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Posts Tagged ‘Kina Shokichi’


I suppose I ought to perhaps do a post introducing Okinawan Pop, and my love of it, before delving into this one aspect, but I figure I’ll get around to that intro post fairly soon anyway, and this subject is on my mind right now.

When in Okinawa a few weeks ago, I happened upon the official live house (not a real English word, I know) of Kina Shoukichi and Champloose (喜納昌吉&チャンプルーズ), one of the top acts in the Okinawan pop boom of the 1970s, and ended up with a free DVD, a 20 min video documentary about Shoukichi’s political activism. Elected a member of the Diet back in 2004, he was a very active activist before then, and remains so today I believe.

His message, like that of many other activists the world over, is simple: Peace. He expresses this in a number of slogans, chief among which is 「すべての武器を楽器に」 (“All weapons into musical instruments”), and has taken part in a number of Marches for Justice and the like, various activities throughout the world, performing in UN Plaza in NY, in Tiananmen Square in Beijing, in a town on the border of North and South Korea, and in Baghdad in 2003, as well as at one point apparently running a “peace boat” sporting his slogan on its sail from Yonaguni (the westernmost point in Japan) up to the main islands.

It’s very easy to get caught up in his music, in his message, and I do love the idea that people all around the world do enjoy such exotic and obscure music – most people probably don’t even know where Okinawa is, let alone anything about its history or culture. The music is moving, loud, and energetic, the costumes bright and colorful.

But ultimately, when I turn off the DVD, and really think about it, his message is just like that of countless other protest groups around the world – he professes a desire for peace, without showing that he understands the complexities of the political and historical situations that have led to conflict, and more importantly, without providing an answer. “Peace” by itself is not that answer.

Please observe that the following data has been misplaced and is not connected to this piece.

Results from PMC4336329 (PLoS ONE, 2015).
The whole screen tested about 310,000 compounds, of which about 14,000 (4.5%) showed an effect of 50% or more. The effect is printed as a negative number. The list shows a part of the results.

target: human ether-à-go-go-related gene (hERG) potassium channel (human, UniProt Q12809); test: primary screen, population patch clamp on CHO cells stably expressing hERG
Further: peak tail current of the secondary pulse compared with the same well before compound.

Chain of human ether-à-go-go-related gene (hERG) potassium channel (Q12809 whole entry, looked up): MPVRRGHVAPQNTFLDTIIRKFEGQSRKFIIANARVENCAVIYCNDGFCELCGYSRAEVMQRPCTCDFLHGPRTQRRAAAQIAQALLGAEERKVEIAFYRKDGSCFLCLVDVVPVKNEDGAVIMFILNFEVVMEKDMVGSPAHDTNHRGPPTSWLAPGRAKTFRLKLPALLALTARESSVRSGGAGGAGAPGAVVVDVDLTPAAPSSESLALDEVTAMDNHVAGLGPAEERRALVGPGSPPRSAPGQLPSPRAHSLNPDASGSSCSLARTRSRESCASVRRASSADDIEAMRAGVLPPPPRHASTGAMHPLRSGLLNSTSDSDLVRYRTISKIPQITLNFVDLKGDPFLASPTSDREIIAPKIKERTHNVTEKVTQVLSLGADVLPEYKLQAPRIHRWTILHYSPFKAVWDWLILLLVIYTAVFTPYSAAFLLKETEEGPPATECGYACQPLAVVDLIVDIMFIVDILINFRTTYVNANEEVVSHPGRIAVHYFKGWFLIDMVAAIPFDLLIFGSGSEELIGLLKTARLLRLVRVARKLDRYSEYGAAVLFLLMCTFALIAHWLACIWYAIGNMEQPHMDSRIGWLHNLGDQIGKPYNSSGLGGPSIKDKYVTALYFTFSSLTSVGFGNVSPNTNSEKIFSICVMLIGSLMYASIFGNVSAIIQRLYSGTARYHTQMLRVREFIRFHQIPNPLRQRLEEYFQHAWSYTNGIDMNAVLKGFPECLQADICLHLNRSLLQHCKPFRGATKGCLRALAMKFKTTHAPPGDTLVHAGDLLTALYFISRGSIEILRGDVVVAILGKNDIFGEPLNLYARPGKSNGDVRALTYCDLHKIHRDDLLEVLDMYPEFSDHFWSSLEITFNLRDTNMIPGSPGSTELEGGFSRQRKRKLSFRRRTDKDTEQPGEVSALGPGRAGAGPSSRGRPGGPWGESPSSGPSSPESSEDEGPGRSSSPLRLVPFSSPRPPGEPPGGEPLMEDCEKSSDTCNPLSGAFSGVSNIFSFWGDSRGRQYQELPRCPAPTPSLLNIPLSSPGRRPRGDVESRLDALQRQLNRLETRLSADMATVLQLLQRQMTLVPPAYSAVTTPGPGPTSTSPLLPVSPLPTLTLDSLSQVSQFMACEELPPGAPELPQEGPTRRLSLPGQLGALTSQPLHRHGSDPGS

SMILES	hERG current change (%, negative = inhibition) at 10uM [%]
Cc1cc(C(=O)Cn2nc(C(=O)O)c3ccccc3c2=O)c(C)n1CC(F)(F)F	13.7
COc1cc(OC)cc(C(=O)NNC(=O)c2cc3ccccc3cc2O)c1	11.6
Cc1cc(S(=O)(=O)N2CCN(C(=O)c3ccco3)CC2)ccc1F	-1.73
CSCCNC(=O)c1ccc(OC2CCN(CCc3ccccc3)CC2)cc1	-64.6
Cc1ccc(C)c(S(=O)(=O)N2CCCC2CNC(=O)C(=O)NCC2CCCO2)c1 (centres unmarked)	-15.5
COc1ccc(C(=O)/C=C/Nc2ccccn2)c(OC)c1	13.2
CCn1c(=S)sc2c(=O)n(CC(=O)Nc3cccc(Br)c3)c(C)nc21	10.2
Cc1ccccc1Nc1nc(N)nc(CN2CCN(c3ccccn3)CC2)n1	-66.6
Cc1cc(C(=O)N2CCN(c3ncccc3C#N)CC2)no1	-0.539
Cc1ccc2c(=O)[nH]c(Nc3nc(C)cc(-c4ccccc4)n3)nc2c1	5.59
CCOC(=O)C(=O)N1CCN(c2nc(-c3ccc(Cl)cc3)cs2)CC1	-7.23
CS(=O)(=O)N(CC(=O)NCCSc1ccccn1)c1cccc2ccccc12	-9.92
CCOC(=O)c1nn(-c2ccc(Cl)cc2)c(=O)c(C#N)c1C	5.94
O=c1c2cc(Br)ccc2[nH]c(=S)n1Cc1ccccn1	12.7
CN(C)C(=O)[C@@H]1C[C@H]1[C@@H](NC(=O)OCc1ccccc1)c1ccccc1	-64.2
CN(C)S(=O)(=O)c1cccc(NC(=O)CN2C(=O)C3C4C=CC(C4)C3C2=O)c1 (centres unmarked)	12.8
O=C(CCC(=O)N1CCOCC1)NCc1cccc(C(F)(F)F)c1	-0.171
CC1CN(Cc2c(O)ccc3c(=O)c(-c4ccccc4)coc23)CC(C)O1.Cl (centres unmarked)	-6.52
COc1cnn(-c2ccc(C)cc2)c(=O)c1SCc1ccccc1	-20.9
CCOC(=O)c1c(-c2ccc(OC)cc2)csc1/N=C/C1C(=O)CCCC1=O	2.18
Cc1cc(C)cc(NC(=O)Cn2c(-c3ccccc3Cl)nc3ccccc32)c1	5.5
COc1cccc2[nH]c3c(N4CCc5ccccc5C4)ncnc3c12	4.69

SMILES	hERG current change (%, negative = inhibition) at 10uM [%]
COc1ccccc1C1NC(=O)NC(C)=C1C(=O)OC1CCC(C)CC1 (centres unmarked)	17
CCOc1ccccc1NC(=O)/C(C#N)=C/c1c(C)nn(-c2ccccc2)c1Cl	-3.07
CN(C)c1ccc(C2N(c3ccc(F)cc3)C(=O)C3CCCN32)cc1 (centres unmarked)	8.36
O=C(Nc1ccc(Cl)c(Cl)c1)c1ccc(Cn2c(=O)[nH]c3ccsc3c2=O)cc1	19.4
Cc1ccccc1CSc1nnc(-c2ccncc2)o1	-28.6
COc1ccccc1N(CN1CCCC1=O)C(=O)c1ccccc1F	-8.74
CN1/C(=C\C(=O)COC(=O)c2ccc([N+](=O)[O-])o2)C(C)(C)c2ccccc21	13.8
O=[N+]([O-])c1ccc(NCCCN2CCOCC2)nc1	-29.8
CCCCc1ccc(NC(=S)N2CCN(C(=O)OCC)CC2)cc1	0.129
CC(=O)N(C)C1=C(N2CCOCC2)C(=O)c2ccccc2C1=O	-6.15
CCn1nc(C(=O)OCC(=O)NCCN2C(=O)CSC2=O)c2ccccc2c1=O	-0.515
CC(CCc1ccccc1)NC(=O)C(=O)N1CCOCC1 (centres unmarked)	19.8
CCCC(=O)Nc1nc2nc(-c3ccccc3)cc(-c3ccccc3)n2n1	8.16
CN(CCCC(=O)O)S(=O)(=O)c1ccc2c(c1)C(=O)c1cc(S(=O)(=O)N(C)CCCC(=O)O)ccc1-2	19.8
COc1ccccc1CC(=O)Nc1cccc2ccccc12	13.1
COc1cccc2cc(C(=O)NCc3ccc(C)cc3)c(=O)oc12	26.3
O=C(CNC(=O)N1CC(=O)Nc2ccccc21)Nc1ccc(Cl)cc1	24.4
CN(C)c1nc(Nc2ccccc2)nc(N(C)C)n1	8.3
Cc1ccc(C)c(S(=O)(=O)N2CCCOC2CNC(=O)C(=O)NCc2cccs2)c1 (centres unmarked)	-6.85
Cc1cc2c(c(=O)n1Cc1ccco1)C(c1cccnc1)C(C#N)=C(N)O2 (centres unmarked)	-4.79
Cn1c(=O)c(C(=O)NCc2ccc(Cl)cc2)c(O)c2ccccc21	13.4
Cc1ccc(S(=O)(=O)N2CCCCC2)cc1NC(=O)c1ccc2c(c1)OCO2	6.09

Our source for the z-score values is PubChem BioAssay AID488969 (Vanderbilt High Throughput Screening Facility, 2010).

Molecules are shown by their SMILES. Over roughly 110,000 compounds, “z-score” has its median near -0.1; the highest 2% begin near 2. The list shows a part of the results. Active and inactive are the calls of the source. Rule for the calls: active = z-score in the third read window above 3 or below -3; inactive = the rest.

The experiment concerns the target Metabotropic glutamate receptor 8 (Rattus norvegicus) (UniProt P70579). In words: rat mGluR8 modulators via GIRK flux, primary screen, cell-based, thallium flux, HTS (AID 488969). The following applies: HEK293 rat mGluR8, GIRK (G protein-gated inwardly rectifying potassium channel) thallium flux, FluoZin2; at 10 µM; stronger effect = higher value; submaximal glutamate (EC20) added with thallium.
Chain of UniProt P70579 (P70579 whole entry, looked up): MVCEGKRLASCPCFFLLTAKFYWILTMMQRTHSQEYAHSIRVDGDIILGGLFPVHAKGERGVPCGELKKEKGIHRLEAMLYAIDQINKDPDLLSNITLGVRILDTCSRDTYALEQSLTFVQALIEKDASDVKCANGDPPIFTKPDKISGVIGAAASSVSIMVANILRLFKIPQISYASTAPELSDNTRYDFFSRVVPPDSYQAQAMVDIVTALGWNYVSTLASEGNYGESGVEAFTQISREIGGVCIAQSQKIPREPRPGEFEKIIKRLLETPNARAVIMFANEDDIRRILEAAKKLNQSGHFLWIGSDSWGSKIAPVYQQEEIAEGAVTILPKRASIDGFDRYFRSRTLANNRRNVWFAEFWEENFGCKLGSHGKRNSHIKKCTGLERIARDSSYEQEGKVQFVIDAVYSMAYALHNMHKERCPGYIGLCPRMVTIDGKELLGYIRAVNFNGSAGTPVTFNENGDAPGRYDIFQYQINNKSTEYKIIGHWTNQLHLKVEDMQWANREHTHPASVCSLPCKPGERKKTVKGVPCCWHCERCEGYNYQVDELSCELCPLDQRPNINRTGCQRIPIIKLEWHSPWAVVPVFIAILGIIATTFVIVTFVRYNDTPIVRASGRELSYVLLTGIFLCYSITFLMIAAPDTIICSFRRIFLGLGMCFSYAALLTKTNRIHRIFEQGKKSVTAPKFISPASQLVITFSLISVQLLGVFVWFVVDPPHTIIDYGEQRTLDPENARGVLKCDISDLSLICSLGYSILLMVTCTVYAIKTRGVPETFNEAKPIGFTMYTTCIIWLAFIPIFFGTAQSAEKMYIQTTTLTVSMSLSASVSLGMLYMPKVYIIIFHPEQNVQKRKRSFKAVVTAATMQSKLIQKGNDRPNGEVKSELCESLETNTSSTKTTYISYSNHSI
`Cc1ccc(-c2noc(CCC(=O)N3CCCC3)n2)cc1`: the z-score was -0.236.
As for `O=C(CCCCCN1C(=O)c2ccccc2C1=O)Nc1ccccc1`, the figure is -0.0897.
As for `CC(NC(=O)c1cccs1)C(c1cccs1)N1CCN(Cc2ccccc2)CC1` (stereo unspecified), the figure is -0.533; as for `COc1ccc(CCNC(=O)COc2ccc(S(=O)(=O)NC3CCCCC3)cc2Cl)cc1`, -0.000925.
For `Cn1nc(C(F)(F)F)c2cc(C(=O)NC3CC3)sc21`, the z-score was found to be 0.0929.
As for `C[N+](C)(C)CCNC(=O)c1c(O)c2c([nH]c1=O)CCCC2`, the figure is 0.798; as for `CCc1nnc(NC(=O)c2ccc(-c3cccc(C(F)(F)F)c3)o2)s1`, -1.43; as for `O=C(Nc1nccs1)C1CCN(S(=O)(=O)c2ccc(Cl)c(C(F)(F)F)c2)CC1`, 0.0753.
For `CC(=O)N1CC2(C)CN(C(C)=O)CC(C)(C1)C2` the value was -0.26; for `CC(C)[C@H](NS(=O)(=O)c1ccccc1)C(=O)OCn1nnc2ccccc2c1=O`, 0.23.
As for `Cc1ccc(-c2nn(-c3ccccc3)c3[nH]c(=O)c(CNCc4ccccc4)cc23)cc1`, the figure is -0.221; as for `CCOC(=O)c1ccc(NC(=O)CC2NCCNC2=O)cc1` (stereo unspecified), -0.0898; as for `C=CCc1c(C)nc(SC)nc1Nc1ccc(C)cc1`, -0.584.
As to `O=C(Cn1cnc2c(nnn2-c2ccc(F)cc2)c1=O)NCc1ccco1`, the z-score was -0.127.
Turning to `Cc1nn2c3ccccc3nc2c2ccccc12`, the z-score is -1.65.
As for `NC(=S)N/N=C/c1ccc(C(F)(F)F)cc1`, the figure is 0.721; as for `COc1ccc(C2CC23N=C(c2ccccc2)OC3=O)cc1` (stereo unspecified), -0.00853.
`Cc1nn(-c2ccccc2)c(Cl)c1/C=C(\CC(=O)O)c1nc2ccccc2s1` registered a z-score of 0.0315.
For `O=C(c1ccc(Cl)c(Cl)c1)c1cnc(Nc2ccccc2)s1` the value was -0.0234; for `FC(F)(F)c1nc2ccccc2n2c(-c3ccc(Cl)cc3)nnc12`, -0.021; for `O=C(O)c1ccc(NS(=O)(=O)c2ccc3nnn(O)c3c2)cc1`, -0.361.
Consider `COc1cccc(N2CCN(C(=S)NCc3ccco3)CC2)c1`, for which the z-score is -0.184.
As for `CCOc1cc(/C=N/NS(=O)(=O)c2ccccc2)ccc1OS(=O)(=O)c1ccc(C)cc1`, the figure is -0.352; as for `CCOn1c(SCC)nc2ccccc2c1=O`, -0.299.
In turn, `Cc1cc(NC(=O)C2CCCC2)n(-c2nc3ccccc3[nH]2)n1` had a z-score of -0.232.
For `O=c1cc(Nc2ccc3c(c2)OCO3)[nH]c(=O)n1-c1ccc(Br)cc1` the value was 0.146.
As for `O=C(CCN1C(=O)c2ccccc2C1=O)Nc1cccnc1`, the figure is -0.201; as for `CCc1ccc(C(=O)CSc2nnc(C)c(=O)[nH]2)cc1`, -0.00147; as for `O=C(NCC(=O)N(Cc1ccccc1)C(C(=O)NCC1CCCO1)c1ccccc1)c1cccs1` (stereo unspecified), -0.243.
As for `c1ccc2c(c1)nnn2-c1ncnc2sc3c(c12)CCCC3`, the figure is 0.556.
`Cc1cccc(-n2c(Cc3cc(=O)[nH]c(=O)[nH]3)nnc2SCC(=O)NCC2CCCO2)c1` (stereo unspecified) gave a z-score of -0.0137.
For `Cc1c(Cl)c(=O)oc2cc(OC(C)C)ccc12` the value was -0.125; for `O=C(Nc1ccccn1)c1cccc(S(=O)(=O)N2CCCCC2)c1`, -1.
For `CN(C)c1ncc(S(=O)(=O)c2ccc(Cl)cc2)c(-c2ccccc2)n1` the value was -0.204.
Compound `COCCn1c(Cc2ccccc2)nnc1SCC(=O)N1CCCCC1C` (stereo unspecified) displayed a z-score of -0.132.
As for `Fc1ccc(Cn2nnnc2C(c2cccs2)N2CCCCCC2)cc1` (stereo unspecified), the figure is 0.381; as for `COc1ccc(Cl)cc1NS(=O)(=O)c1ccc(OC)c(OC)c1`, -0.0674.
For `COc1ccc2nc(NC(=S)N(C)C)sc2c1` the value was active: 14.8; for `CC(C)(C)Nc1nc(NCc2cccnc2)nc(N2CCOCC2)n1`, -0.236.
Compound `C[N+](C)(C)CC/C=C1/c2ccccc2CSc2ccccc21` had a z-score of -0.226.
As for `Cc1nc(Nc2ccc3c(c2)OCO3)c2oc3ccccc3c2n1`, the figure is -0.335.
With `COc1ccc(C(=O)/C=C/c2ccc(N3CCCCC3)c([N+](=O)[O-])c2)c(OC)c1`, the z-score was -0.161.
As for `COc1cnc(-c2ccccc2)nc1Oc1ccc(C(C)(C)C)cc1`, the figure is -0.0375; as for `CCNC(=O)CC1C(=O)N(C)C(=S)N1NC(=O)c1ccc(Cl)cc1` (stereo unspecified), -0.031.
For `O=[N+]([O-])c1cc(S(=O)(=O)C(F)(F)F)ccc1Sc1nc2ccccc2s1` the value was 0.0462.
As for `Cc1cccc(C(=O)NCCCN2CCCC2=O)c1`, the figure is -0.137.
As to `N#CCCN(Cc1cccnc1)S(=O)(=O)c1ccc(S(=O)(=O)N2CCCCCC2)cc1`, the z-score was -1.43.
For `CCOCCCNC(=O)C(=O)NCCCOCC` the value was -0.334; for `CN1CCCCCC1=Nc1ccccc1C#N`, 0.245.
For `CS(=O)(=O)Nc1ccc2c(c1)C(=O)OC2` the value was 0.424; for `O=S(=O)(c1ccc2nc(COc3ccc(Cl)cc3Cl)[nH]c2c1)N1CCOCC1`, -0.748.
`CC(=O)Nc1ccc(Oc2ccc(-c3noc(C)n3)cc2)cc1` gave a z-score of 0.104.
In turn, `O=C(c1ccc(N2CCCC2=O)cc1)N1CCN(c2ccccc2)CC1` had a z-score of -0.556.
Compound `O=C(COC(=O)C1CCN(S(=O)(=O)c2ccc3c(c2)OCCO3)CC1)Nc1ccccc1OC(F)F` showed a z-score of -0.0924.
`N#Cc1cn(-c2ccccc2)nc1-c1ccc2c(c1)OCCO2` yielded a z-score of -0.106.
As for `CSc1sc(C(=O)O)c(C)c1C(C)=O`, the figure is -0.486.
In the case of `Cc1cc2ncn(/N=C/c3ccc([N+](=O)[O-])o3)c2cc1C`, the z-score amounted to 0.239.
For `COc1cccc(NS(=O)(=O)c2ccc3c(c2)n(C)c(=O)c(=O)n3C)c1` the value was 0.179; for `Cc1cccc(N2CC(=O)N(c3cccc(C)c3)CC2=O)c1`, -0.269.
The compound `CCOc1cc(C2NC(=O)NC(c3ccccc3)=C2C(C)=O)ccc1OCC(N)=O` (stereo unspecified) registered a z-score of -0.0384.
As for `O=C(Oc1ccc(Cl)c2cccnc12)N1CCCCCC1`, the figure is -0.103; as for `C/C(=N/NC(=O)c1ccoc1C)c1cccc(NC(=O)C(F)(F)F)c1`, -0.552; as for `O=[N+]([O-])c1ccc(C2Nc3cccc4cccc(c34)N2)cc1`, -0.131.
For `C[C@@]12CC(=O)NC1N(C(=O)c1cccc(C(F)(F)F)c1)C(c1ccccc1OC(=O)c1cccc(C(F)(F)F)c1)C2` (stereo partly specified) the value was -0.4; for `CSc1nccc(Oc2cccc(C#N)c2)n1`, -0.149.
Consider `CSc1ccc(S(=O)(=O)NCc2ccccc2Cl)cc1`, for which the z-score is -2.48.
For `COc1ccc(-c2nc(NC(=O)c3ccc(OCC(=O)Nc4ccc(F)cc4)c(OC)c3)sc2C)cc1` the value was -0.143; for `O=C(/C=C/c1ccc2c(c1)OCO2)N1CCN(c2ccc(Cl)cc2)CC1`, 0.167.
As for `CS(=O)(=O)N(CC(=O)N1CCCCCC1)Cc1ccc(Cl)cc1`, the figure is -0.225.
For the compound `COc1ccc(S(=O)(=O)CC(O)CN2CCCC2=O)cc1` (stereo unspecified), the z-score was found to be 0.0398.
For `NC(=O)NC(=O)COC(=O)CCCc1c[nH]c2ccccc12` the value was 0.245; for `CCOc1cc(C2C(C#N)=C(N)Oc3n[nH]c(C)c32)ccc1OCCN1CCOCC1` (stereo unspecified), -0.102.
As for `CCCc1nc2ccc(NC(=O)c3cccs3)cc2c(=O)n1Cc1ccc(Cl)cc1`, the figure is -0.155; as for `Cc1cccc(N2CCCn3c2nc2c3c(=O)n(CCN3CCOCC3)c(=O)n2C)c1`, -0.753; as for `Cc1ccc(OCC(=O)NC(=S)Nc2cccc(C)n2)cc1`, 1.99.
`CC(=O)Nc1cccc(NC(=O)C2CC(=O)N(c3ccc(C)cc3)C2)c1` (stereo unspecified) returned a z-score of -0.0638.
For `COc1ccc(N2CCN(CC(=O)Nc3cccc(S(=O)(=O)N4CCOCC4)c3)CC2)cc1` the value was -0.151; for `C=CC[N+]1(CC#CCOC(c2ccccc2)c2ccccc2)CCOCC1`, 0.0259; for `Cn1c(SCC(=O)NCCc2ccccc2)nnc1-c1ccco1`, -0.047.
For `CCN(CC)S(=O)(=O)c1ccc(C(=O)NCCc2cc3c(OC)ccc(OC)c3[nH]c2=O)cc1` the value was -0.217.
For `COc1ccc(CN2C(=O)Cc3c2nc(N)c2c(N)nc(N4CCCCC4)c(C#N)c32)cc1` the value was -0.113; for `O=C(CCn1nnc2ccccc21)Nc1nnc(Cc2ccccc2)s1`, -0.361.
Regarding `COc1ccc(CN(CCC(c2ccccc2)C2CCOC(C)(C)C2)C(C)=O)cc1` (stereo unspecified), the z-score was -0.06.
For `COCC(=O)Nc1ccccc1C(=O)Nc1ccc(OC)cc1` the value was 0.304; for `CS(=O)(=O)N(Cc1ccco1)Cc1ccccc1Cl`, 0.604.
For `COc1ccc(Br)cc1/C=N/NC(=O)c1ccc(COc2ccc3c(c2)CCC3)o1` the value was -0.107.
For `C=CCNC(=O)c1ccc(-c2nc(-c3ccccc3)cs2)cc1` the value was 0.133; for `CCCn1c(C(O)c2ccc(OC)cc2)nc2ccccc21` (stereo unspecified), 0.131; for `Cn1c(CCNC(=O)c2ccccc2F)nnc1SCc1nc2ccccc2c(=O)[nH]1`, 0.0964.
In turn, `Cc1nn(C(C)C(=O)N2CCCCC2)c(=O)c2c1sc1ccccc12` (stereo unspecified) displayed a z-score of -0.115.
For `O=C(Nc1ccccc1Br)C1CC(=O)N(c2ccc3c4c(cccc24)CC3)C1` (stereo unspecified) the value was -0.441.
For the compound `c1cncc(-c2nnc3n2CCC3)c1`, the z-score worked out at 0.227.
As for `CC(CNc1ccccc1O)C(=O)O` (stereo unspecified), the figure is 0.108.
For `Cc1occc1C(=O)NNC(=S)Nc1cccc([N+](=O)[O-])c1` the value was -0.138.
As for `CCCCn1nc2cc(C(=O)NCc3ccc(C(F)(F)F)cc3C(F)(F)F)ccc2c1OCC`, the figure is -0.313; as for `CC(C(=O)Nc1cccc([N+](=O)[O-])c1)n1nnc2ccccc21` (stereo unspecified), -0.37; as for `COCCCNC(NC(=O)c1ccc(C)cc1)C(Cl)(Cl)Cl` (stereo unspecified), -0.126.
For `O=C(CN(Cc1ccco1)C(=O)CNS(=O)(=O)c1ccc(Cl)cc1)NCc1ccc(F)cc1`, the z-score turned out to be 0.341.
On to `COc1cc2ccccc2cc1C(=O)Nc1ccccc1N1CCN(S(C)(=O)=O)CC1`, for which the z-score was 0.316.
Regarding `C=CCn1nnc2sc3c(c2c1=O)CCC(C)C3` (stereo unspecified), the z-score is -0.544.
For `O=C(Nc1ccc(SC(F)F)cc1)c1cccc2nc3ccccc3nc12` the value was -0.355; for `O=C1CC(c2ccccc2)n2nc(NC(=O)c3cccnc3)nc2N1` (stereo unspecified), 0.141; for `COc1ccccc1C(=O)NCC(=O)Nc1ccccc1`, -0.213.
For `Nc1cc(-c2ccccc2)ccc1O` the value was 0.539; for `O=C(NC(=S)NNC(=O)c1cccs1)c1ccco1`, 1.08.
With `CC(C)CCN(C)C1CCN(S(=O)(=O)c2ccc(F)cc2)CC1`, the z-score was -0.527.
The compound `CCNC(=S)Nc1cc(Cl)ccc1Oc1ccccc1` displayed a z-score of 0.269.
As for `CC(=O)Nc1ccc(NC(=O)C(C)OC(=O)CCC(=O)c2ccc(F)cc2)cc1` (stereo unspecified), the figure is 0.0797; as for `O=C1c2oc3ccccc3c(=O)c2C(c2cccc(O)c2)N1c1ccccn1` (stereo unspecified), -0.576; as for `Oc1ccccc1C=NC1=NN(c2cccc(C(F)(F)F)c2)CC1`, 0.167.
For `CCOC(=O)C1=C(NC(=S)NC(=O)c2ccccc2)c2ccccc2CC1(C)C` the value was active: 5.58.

You can sing and chant, shout and orate, march and parade around Baghdad and New York and Tokyo all you like, but a message of “War Bad Peace Good” or “All Weapons into Musical Instruments” does not address the need for Coalition forces to remain in Iraq until order is restored and the insurgency eliminated, nor does it address the feeling on the part of the insurgents that they need to keep fighting until the invaders, the occupiers, have left. What, is everyone supposed to just throw down their weapons in an instant and embrace and stop fighting? Is a ten-character slogan supposed to make the Israelis and Palestinians put aside all their hatred, all their differences, all their problems, and embrace and make peace just because you’ve played some music and waved some banners?

Okinawa suffered terribly in the war, losing according to some sources 1/4 of its population in the Battle of Okinawa alone, along with countless traditional buildings, cultural artifacts, and historical records. The postwar American Occupation in Okinawa lasted twenty years longer than in the rest of Japan, ending finally in 1972. During those twenty years, as one might expect, strong movements arose demanding Okinawa’s independence, or Okinawa’s return to Japanese sovereignty… and much of this is said to be embodied in the Okinawan Pop movement which arose in the early 1970s. However, the music is not overtly political like anti-Vietnam War music; rather, it speaks to a very generalized message of peace, and evokes the spirit, the feel, the culture of Okinawa through use of traditional music – shimauta (島唄, “island songs”) or min’you (民謡, “folk songs”).

Why this music, along with what little Okinawan contemporary art I have looked at, focuses on this very general message of peace without engaging with any issues, I have no idea. But I find it very interesting, and I feel it sets Okinawa apart in a special way. I hope to look into this more…

I wish I could post that 20 min documentary for you all. I may at some point rip it off the DVD and put it up on YouTube so that it can be shared. I was given it for free, and I do believe these guys want it to be shared in any case.

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